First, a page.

Now, Sullivan said, things are much more complicated. He didn't even deal with the question of whether PILOTs (payments in lieu of taxes) to pay for construction represent a free sports facility--Brodsky says yes, the Yankees say no, and the same arguments apply to the AY arena--but instead pointed to the consequences of municipal ownership.

NS: You're now in this current phase, we're getting out of the socialist phase, which at least had simplicity going for it, and now we're into the era of the partnership and when I first heard about this deal, the Yankees said, 'We're going to pick up the lion's share, we'll need a bit of stuff, the infrastructure... $800 million we're coming up with.' Well, that's an improvement.

Well, trying to get through this agreement, and I am not the sharpest knife in the drawer... I'm reading it, reading it, and reading it. In some ways, there's a benefit to taking a step back instead of plunging into the morass of details, you take a step back: OK, here's this private entertainment business, they gotta come up with $800 million of what was supposed to be $1.2 billion but they don't own the stadium. the city owns the stadium. And one of the points I've been hammering about for years, it does the cities no good to own these things. Because if you don't have a ball club in the stadium, you own the world's largest flowerpot. There's nothing you can do with this so-called asset. It's an albatross around the community's neck. So you want to get rid of the stadium, you should auction them off. You should get out of this business entirely, especially in this city. New York has never played the stadium game well. And it certainly hasn't played it well in this instance.

Why the fig leaf of public ownership?

The reason for public ownership is to provide the opportunity to issue tax-exempt bonds. The same goes for the Atlantic Yards arena, which a federal appellate court described in a 2/1/08 decision as "a publicly owned (albeit generously leased) stadium." Yes, the developer would use PILOTs (payments in lieu of taxes) to pay for construction. But rent would be nominal.

And what happens when the arena is obsolete? Surely that would happen before the 30-year bonds were paid off; after all deMause has observed that team owners try to get money for renovations as soon as possible.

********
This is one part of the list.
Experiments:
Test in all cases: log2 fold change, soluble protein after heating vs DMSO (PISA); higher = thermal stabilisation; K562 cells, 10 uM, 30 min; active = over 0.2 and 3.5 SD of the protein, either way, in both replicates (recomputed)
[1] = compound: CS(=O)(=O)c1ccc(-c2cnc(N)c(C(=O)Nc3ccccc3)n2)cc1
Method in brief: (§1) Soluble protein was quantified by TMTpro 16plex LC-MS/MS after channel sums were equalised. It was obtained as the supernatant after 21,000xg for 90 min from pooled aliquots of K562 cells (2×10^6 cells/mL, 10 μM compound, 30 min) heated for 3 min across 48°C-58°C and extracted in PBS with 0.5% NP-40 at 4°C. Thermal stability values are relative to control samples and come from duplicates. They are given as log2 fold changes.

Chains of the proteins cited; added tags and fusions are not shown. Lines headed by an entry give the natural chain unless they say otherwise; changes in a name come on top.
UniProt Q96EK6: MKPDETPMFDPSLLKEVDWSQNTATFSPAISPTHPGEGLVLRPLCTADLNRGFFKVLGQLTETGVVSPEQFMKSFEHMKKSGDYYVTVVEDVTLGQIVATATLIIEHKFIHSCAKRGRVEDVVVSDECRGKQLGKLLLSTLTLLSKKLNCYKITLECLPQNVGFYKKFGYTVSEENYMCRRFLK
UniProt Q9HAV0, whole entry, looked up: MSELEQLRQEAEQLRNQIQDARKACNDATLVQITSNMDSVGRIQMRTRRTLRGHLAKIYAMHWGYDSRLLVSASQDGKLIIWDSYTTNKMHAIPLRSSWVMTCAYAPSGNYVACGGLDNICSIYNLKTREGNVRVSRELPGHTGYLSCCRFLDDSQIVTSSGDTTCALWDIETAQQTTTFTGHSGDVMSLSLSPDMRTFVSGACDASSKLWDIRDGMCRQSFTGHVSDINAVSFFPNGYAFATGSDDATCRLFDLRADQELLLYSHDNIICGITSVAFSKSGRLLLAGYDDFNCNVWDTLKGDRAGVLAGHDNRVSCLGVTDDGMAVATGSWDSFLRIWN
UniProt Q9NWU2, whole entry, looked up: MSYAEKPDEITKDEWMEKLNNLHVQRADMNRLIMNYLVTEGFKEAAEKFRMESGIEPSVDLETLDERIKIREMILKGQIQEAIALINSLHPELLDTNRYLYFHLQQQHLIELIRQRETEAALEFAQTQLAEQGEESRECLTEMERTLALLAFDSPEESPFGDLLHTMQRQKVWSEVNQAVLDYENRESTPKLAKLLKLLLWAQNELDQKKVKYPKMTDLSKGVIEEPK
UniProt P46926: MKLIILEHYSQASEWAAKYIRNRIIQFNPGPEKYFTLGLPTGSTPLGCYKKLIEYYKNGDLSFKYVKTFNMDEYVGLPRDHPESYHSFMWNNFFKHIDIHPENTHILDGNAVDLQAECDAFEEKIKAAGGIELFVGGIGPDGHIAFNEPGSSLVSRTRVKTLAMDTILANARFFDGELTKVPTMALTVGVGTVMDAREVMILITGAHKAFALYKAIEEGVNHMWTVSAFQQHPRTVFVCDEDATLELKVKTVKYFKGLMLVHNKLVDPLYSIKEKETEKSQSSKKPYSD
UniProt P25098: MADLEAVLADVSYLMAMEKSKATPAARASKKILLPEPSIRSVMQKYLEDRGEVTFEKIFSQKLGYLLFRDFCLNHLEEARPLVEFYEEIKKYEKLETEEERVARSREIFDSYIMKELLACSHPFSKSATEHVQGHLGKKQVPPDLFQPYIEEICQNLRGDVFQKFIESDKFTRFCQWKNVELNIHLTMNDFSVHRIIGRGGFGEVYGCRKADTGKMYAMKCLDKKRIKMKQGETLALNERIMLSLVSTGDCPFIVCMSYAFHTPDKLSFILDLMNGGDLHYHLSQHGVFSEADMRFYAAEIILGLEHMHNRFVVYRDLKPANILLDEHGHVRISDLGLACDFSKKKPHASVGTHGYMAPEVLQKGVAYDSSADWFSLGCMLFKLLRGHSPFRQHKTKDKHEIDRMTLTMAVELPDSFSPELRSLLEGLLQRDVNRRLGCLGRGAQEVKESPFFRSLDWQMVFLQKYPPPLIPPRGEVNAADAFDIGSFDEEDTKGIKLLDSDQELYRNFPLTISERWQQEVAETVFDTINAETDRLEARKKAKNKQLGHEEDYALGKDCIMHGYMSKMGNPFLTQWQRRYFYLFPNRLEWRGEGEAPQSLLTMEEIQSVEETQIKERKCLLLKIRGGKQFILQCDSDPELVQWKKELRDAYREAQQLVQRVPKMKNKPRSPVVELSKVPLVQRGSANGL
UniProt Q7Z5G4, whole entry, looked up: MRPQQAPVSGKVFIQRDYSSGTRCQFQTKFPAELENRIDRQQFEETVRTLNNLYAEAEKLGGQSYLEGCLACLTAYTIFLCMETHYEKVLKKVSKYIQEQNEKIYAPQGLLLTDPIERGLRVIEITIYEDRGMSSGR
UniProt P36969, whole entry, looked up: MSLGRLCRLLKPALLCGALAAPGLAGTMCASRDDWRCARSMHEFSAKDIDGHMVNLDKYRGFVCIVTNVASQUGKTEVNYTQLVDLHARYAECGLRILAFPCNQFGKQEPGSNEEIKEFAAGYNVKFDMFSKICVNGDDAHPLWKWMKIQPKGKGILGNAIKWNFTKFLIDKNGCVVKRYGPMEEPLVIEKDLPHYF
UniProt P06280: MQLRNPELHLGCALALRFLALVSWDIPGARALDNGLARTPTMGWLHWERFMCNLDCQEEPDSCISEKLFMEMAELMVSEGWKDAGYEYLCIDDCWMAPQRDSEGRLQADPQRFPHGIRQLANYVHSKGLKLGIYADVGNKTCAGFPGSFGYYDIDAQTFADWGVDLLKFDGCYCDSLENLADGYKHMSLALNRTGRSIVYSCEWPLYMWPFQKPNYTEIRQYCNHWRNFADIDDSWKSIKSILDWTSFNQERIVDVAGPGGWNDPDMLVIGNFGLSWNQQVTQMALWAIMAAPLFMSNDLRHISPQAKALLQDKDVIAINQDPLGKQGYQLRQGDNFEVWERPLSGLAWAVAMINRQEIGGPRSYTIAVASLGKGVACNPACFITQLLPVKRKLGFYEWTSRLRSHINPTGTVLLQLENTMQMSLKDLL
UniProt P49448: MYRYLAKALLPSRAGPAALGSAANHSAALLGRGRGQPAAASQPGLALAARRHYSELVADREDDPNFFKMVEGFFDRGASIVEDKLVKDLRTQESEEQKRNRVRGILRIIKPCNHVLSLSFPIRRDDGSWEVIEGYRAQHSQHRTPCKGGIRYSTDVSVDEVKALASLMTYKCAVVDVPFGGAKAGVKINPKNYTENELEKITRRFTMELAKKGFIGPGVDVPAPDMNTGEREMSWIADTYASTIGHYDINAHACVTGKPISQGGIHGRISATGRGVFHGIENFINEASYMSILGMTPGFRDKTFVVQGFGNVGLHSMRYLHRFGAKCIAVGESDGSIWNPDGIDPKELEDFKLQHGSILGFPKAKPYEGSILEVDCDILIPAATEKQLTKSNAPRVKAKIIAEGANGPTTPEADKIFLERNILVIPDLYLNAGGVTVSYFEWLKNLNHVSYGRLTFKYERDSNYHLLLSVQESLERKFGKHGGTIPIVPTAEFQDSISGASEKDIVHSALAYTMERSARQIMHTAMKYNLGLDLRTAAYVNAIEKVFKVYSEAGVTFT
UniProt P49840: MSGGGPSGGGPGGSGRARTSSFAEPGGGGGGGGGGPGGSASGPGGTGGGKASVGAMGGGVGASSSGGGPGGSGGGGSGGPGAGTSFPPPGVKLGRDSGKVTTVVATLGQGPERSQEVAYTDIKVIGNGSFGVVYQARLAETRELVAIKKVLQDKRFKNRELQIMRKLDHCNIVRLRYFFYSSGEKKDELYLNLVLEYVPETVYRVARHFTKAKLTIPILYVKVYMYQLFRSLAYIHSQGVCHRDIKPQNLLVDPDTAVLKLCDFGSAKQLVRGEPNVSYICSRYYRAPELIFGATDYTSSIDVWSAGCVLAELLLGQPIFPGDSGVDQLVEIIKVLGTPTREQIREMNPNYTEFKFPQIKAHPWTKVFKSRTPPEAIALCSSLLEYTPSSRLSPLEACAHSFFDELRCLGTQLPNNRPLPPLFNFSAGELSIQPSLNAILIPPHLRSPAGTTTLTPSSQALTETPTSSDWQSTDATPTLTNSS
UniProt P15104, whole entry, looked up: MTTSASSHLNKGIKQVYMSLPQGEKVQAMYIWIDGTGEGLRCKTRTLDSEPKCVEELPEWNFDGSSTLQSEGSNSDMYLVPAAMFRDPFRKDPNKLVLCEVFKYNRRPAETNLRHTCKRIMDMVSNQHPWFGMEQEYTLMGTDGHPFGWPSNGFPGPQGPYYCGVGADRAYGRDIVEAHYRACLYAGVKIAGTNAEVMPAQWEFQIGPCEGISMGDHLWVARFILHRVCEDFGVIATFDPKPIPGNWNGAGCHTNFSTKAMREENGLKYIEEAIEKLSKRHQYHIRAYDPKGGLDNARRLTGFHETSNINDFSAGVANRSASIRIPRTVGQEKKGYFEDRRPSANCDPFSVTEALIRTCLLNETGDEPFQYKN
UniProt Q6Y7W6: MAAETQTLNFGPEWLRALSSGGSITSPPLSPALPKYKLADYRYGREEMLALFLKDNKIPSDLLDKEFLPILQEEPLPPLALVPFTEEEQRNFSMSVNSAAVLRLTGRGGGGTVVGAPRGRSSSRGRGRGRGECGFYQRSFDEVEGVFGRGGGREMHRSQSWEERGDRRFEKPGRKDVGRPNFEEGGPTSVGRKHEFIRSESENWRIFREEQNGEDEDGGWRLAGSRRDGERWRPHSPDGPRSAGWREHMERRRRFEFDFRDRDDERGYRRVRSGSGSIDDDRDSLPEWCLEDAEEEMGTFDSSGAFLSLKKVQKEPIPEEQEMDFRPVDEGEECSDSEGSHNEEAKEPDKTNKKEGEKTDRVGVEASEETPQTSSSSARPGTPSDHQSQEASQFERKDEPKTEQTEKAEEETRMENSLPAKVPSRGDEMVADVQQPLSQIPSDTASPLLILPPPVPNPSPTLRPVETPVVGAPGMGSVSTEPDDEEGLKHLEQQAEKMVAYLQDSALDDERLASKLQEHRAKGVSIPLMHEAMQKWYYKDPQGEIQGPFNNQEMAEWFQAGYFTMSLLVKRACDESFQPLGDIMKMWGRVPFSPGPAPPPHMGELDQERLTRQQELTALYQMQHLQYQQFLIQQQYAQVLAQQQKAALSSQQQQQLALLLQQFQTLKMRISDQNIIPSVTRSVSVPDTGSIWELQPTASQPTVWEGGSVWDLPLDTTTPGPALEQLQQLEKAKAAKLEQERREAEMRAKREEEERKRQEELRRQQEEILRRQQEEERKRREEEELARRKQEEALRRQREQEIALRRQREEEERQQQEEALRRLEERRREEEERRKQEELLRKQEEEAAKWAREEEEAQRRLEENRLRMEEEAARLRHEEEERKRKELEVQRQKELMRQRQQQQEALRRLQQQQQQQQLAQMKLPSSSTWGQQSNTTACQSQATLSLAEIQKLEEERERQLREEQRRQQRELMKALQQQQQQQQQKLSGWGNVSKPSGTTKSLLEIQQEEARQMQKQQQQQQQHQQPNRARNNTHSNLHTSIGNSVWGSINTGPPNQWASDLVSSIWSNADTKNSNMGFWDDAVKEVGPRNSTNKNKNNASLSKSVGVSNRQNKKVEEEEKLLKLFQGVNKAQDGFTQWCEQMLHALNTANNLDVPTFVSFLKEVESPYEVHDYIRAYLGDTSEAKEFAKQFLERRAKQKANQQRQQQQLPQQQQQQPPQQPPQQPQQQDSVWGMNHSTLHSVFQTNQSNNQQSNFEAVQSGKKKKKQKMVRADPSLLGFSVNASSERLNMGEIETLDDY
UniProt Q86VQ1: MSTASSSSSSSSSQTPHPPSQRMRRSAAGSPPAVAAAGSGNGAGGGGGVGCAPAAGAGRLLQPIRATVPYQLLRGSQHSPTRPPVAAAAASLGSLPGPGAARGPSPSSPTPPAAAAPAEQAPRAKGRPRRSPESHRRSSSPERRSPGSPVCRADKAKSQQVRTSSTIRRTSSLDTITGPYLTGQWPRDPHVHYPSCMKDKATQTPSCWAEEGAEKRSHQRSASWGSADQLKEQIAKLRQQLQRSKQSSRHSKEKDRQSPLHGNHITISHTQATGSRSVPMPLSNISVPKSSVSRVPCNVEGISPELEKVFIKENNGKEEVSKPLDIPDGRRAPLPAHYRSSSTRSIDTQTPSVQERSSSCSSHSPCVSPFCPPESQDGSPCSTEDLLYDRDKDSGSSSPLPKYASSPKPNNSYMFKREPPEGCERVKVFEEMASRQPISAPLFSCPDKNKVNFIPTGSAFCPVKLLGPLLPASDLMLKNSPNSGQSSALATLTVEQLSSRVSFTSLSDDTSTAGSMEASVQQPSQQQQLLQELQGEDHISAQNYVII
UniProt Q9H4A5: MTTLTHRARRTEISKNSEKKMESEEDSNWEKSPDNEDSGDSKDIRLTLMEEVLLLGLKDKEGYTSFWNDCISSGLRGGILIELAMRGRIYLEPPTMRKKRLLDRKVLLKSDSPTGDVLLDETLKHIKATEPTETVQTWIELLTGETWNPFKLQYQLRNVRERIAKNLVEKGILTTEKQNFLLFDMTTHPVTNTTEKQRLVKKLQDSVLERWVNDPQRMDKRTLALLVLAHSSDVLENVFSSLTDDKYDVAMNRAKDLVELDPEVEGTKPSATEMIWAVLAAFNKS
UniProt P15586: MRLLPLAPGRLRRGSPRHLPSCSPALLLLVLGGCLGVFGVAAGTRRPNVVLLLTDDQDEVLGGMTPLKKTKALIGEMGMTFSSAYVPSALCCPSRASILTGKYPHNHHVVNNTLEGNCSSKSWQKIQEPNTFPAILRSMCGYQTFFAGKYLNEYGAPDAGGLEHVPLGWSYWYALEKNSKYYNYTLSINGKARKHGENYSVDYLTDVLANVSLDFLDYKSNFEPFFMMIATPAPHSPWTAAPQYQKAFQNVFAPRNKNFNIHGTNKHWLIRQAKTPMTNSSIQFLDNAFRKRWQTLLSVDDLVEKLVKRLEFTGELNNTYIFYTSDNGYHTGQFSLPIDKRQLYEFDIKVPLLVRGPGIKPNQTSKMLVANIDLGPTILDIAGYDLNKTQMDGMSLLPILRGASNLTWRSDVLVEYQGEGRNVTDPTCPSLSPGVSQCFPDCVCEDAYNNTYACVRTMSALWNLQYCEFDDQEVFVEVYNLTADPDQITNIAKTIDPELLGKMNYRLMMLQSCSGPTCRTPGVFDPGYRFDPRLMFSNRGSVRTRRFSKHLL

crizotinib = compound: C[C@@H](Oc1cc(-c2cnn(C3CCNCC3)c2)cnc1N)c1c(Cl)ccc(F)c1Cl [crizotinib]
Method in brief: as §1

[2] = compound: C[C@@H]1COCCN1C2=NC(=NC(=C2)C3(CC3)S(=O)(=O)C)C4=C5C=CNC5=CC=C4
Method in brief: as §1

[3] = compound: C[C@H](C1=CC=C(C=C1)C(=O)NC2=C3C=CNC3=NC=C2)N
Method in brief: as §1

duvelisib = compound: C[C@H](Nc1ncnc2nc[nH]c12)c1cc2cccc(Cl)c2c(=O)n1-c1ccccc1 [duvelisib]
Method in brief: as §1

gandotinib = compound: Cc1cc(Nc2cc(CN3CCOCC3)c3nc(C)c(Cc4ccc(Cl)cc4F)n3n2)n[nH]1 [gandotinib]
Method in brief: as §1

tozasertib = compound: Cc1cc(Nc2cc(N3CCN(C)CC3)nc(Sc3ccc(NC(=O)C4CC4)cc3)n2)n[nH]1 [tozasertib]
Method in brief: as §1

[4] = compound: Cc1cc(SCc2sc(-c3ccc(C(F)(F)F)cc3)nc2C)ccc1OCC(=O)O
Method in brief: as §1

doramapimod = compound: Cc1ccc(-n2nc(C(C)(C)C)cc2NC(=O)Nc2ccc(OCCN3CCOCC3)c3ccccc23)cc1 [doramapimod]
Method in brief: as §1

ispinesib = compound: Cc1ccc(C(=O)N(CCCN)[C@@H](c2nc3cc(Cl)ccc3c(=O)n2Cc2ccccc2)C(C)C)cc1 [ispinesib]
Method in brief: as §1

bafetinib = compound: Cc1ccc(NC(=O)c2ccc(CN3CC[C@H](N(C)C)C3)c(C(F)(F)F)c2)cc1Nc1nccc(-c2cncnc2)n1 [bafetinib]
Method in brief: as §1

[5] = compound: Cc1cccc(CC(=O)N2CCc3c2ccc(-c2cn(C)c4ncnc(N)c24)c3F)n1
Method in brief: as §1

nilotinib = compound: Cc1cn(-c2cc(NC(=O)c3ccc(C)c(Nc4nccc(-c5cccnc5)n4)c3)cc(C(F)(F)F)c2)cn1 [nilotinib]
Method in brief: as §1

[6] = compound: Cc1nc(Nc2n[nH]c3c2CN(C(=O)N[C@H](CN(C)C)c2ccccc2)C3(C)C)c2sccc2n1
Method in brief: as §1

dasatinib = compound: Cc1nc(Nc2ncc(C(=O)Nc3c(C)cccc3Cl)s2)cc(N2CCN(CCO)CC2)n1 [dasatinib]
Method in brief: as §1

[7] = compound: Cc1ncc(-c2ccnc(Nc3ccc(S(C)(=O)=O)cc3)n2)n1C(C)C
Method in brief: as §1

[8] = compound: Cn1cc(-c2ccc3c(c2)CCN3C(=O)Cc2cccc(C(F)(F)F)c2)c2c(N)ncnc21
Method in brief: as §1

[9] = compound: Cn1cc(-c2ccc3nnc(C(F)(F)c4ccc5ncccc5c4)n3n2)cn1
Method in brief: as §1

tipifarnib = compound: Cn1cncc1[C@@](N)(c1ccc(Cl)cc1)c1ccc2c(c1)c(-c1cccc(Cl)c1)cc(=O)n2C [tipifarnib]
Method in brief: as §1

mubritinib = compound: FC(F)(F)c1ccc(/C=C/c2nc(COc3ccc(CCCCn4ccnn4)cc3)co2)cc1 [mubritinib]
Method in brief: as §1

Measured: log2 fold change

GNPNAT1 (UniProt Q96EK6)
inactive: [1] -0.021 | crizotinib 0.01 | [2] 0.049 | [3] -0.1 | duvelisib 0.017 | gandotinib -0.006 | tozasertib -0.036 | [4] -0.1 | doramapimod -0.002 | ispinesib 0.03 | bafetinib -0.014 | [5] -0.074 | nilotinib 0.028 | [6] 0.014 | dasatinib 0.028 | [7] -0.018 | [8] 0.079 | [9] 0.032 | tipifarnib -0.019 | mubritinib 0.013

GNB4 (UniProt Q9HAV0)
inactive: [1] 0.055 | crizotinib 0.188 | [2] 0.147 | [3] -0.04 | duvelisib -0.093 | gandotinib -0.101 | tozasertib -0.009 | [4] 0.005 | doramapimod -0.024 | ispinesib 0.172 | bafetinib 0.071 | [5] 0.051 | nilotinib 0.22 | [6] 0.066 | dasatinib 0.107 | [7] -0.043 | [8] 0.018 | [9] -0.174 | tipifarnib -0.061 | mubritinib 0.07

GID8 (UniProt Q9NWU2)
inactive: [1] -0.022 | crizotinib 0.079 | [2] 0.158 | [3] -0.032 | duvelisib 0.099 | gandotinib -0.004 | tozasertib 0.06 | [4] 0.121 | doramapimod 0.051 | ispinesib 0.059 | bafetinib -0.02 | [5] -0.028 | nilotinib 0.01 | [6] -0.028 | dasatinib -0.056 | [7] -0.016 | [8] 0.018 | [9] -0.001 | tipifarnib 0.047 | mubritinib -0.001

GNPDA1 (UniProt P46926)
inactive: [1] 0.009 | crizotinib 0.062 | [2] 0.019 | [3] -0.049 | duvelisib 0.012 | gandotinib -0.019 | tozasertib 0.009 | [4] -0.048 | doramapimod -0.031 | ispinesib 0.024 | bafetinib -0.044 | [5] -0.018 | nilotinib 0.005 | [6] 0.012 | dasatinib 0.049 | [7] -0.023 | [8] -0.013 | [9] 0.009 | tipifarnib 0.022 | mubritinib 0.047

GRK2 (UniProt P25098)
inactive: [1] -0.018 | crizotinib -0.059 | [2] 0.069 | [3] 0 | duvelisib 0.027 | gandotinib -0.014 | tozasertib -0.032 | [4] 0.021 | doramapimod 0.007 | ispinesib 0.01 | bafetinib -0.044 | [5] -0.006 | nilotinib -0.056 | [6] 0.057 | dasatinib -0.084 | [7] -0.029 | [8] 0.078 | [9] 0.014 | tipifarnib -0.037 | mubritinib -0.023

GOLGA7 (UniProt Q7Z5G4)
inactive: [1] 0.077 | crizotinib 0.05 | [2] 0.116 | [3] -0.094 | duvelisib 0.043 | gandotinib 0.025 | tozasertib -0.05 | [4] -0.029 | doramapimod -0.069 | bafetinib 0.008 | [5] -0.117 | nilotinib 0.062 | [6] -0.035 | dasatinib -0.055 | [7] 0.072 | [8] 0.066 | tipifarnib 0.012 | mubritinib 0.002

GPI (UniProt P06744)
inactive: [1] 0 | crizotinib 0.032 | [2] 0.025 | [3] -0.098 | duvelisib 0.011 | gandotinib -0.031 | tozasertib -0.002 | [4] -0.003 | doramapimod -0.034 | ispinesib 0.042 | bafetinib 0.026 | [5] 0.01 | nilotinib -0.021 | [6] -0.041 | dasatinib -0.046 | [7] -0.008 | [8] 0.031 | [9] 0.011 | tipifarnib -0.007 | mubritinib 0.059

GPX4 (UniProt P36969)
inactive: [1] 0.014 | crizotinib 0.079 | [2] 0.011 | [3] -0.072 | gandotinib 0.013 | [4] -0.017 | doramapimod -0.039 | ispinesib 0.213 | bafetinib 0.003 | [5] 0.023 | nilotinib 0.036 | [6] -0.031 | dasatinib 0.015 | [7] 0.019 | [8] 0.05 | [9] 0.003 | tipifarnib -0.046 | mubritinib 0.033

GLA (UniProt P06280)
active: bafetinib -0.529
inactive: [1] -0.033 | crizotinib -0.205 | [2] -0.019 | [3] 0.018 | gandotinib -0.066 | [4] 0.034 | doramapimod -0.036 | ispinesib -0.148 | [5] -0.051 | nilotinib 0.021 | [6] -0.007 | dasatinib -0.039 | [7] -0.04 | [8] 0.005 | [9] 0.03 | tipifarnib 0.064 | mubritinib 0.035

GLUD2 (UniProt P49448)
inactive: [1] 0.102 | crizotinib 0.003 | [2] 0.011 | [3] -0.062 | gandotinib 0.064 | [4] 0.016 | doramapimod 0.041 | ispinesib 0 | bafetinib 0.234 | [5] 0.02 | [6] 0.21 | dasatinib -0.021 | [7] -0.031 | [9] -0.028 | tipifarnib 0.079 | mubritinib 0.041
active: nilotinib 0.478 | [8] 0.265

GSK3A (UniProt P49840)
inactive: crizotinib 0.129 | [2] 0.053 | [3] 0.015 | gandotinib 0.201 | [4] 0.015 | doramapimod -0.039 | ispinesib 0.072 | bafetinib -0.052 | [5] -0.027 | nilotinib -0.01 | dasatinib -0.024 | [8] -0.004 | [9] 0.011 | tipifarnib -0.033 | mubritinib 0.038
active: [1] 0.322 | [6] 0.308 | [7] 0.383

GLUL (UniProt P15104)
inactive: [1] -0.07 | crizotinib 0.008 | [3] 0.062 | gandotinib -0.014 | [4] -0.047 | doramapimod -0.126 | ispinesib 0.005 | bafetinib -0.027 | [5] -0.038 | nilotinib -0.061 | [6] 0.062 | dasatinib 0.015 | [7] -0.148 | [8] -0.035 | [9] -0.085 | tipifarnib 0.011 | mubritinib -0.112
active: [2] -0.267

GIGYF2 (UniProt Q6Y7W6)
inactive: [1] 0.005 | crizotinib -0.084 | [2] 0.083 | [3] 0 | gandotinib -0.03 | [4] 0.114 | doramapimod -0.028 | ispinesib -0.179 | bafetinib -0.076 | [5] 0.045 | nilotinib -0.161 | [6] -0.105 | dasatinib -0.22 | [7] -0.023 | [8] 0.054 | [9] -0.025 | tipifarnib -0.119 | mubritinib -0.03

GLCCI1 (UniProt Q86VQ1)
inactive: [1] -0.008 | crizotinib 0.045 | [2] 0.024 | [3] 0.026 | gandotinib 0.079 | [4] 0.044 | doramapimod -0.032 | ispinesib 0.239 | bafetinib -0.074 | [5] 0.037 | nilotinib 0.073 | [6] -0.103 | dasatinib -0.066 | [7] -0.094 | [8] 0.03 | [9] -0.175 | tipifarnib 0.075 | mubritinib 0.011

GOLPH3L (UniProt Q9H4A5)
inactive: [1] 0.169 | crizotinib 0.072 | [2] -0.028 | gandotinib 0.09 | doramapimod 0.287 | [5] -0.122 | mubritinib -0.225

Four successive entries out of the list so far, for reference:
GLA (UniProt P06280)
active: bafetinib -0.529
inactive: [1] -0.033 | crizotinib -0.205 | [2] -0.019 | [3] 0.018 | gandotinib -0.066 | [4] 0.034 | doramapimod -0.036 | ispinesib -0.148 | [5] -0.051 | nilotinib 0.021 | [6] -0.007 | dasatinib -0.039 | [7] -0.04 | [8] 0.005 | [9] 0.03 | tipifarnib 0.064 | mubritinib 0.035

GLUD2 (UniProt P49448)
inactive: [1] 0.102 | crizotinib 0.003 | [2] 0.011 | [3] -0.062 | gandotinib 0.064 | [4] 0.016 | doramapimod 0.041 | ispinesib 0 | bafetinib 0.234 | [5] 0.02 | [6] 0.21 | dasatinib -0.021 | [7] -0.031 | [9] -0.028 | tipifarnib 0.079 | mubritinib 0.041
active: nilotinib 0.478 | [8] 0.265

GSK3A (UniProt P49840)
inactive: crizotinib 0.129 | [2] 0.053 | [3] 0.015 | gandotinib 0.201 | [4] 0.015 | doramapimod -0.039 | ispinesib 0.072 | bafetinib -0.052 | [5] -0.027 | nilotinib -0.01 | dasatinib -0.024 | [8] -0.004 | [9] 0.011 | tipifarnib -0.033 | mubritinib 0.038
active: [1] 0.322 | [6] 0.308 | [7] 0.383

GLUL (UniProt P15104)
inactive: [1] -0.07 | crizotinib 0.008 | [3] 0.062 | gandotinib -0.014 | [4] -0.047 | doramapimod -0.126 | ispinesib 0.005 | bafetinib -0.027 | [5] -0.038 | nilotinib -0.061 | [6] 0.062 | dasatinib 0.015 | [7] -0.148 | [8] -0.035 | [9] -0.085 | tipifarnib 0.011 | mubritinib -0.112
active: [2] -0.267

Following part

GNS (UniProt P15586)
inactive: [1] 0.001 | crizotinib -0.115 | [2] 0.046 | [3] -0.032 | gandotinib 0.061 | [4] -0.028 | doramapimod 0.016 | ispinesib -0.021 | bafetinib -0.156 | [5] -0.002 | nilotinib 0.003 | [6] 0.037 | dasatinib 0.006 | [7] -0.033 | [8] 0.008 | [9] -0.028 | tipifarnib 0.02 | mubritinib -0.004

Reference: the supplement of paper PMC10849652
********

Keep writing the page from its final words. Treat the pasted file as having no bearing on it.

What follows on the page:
The owners of Yankee Stadium, home of the country's richest team, do not need naming rights to pay for construction. The case of the Atlantic Yards arena is even more stark, given that developer Forest City Ratner gets to sell naming rights for a publicly-owned arena.

A brief history of machinations

Muzzio asked Damiani for "a brief history of what can only be described as the machinations behind this." He cited GJNY's July 2007 report, Insider Baseball: How Current and Former Public Officials Pitched a Community Shutout for the New York Yankees, and February 2006 report, Loot, Loot, Loot for the Home Team.

BD: This was sort of a perfect storm. You had the former Deputy Mayor, under Giuliani, who happens to be Randy Levine, who worked for baseball, then worked for City Hall, and then miraculously went back to the Yankees.... So there was this revolving door that was greased so well for a project like this, because you had the insiders going back and forth. Then you have... unfortunately, the Bronx doesn't have the best representation, we're going to leave it at that. Their local elected officials, I don't know where they were, but somehow it managed that 22 acres of parkland, some of the heaviest used parks in that area of the Bronx... were taken, as a state of emergency, through the city and state legislature, in nine days at the end of the legislative session.

She continued, her tone verging on incredulousness.

If somebody could write a book on how to make an opaque democratic process and screw over poor people, this would've been it. Because it was done perfectly. It was really quite ingenious. All of this was done at the end of the legislative session. People didn't have an opportunity--they didn't even know it was happening. There was no public hearing--22 acres of parkland in New York City! As we all know, this is a city; we do things by feet, much less by acres.... It was given not over for a hospital or a school or a road, but for a baseball stadium to move across the street.